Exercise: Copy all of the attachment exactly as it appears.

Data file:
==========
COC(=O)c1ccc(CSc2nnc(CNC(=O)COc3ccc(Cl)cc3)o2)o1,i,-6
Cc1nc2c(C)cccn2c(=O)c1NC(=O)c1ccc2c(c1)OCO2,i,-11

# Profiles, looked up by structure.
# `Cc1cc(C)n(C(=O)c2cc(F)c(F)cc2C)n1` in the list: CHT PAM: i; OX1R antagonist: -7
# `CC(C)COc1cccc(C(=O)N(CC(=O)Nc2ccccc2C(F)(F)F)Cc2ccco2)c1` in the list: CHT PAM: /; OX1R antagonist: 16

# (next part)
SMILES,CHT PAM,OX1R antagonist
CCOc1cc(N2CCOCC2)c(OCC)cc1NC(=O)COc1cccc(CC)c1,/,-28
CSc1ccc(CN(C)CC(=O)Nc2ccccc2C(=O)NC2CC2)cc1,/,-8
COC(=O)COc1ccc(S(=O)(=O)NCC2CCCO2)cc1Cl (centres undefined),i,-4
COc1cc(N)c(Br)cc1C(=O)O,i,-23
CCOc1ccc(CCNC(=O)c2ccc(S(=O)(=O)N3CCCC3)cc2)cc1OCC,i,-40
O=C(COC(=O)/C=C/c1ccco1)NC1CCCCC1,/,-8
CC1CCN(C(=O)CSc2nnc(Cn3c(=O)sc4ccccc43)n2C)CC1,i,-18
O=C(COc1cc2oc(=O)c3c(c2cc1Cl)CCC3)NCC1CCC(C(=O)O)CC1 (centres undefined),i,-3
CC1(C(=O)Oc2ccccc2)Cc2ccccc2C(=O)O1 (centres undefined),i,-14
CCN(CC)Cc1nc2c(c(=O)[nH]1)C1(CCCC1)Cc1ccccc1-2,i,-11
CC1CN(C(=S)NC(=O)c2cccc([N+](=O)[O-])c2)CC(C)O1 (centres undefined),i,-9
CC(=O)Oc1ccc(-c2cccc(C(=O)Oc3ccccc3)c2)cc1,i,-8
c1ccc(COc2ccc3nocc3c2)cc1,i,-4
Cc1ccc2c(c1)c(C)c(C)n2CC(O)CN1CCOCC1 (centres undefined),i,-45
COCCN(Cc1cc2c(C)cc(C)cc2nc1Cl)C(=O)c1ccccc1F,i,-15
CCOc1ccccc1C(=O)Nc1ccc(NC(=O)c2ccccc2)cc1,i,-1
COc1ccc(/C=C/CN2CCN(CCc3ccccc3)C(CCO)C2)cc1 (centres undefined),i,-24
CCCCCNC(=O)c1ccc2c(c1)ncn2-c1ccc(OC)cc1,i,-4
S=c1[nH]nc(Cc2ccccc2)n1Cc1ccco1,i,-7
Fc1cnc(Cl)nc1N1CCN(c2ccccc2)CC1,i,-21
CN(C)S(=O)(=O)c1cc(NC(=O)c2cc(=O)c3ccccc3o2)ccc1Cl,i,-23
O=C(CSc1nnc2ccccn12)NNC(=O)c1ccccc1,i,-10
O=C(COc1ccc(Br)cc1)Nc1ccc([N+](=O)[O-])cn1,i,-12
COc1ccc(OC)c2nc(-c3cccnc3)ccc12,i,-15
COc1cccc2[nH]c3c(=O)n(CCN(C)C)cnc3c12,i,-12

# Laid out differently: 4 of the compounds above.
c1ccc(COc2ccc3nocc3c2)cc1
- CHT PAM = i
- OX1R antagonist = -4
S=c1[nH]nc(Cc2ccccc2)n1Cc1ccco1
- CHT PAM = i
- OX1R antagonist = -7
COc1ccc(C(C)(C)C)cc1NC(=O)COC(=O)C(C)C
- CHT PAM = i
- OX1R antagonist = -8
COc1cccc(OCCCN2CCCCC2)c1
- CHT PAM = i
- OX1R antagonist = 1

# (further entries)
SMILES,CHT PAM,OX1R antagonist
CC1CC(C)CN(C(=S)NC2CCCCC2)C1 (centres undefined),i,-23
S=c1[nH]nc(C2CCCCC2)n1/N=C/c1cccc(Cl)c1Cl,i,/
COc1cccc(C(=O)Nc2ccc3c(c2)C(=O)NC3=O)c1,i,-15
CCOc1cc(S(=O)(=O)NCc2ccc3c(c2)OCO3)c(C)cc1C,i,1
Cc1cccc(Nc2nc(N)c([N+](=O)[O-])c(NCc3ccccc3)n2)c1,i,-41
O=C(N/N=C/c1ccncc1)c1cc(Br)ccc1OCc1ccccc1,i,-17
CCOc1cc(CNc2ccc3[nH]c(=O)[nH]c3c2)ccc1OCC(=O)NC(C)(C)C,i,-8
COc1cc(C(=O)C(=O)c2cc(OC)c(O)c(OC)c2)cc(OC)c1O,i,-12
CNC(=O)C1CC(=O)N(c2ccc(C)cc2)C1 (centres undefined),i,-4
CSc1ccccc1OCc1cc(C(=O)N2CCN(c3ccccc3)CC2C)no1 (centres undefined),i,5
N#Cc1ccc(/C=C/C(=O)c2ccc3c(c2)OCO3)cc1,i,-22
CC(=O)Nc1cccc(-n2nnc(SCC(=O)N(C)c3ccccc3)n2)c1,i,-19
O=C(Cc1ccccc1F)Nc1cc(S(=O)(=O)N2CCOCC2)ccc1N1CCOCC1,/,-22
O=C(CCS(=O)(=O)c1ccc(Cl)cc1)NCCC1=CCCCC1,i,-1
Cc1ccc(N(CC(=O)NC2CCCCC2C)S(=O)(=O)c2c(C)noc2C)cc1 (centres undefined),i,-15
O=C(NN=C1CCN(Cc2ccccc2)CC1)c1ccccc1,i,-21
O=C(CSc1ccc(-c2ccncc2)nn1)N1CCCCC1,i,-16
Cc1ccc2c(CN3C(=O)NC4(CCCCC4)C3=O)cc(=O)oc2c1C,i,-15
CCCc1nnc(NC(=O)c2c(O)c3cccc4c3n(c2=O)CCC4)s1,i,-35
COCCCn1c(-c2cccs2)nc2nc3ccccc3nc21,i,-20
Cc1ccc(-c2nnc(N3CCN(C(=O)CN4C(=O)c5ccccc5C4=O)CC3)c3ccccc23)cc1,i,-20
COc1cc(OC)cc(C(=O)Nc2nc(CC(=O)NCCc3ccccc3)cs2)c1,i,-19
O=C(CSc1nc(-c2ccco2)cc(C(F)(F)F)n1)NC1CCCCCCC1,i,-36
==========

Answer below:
COC(=O)c1ccc(CSc2nnc(CNC(=O)COc3ccc(Cl)cc3)o2)o1,i,-6
Cc1nc2c(C)cccn2c(=O)c1NC(=O)c1ccc2c(c1)OCO2,i,-11

# Profiles, looked up by structure.
# `Cc1cc(C)n(C(=O)c2cc(F)c(F)cc2C)n1` in the list: CHT PAM: i; OX1R antagonist: -7
# `CC(C)COc1cccc(C(=O)N(CC(=O)Nc2ccccc2C(F)(F)F)Cc2ccco2)c1` in the list: CHT PAM: /; OX1R antagonist: 16

# (next part)
SMILES,CHT PAM,OX1R antagonist
CCOc1cc(N2CCOCC2)c(OCC)cc1NC(=O)COc1cccc(CC)c1,/,-28
CSc1ccc(CN(C)CC(=O)Nc2ccccc2C(=O)NC2CC2)cc1,/,-8
COC(=O)COc1ccc(S(=O)(=O)NCC2CCCO2)cc1Cl (centres undefined),i,-4
COc1cc(N)c(Br)cc1C(=O)O,i,-23
CCOc1ccc(CCNC(=O)c2ccc(S(=O)(=O)N3CCCC3)cc2)cc1OCC,i,-40
O=C(COC(=O)/C=C/c1ccco1)NC1CCCCC1,/,-8
CC1CCN(C(=O)CSc2nnc(Cn3c(=O)sc4ccccc43)n2C)CC1,i,-18
O=C(COc1cc2oc(=O)c3c(c2cc1Cl)CCC3)NCC1CCC(C(=O)O)CC1 (centres undefined),i,-3
CC1(C(=O)Oc2ccccc2)Cc2ccccc2C(=O)O1 (centres undefined),i,-14
CCN(CC)Cc1nc2c(c(=O)[nH]1)C1(CCCC1)Cc1ccccc1-2,i,-11
CC1CN(C(=S)NC(=O)c2cccc([N+](=O)[O-])c2)CC(C)O1 (centres undefined),i,-9
CC(=O)Oc1ccc(-c2cccc(C(=O)Oc3ccccc3)c2)cc1,i,-8
c1ccc(COc2ccc3nocc3c2)cc1,i,-4
Cc1ccc2c(c1)c(C)c(C)n2CC(O)CN1CCOCC1 (centres undefined),i,-45
COCCN(Cc1cc2c(C)cc(C)cc2nc1Cl)C(=O)c1ccccc1F,i,-15
CCOc1ccccc1C(=O)Nc1ccc(NC(=O)c2ccccc2)cc1,i,-1
COc1ccc(/C=C/CN2CCN(CCc3ccccc3)C(CCO)C2)cc1 (centres undefined),i,-24
CCCCCNC(=O)c1ccc2c(c1)ncn2-c1ccc(OC)cc1,i,-4
S=c1[nH]nc(Cc2ccccc2)n1Cc1ccco1,i,-7
Fc1cnc(Cl)nc1N1CCN(c2ccccc2)CC1,i,-21
CN(C)S(=O)(=O)c1cc(NC(=O)c2cc(=O)c3ccccc3o2)ccc1Cl,i,-23
O=C(CSc1nnc2ccccn12)NNC(=O)c1ccccc1,i,-10
O=C(COc1ccc(Br)cc1)Nc1ccc([N+](=O)[O-])cn1,i,-12
COc1ccc(OC)c2nc(-c3cccnc3)ccc12,i,-15
COc1cccc2[nH]c3c(=O)n(CCN(C)C)cnc3c12,i,-12

# Laid out differently: 4 of the compounds above.
c1ccc(COc2ccc3nocc3c2)cc1
- CHT PAM = i
- OX1R antagonist = -4
S=c1[nH]nc(Cc2ccccc2)n1Cc1ccco1
- CHT PAM = i
- OX1R antagonist = -7
COc1ccc(C(C)(C)C)cc1NC(=O)COC(=O)C(C)C
- CHT PAM = i
- OX1R antagonist = -8
COc1cccc(OCCCN2CCCCC2)c1
- CHT PAM = i
- OX1R antagonist = 1

# (further entries)
SMILES,CHT PAM,OX1R antagonist
CC1CC(C)CN(C(=S)NC2CCCCC2)C1 (centres undefined),i,-23
S=c1[nH]nc(C2CCCCC2)n1/N=C/c1cccc(Cl)c1Cl,i,/
COc1cccc(C(=O)Nc2ccc3c(c2)C(=O)NC3=O)c1,i,-15
CCOc1cc(S(=O)(=O)NCc2ccc3c(c2)OCO3)c(C)cc1C,i,1
Cc1cccc(Nc2nc(N)c([N+](=O)[O-])c(NCc3ccccc3)n2)c1,i,-41
O=C(N/N=C/c1ccncc1)c1cc(Br)ccc1OCc1ccccc1,i,-17
CCOc1cc(CNc2ccc3[nH]c(=O)[nH]c3c2)ccc1OCC(=O)NC(C)(C)C,i,-8
COc1cc(C(=O)C(=O)c2cc(OC)c(O)c(OC)c2)cc(OC)c1O,i,-12
CNC(=O)C1CC(=O)N(c2ccc(C)cc2)C1 (centres undefined),i,-4
CSc1ccccc1OCc1cc(C(=O)N2CCN(c3ccccc3)CC2C)no1 (centres undefined),i,5
N#Cc1ccc(/C=C/C(=O)c2ccc3c(c2)OCO3)cc1,i,-22
CC(=O)Nc1cccc(-n2nnc(SCC(=O)N(C)c3ccccc3)n2)c1,i,-19
O=C(Cc1ccccc1F)Nc1cc(S(=O)(=O)N2CCOCC2)ccc1N1CCOCC1,/,-22
O=C(CCS(=O)(=O)c1ccc(Cl)cc1)NCCC1=CCCCC1,i,-1
Cc1ccc(N(CC(=O)NC2CCCCC2C)S(=O)(=O)c2c(C)noc2C)cc1 (centres undefined),i,-15
O=C(NN=C1CCN(Cc2ccccc2)CC1)c1ccccc1,i,-21
O=C(CSc1ccc(-c2ccncc2)nn1)N1CCCCC1,i,-16
Cc1ccc2c(CN3C(=O)NC4(CCCCC4)C3=O)cc(=O)oc2c1C,i,-15
CCCc1nnc(NC(=O)c2c(O)c3cccc4c3n(c2=O)CCC4)s1,i,-35
COCCCn1c(-c2cccs2)nc2nc3ccccc3nc21,i,-20
Cc1ccc(-c2nnc(N3CCN(C(=O)CN4C(=O)c5ccccc5C4=O)CC3)c3ccccc23)cc1,i,-20
COc1cc(OC)cc(C(=O)Nc2nc(CC(=O)NCCc3ccccc3)cs2)c1,i,-19
O=C(CSc1nc(-c2ccco2)cc(C(F)(F)F)n1)NC1CCCCCCC1,i,-36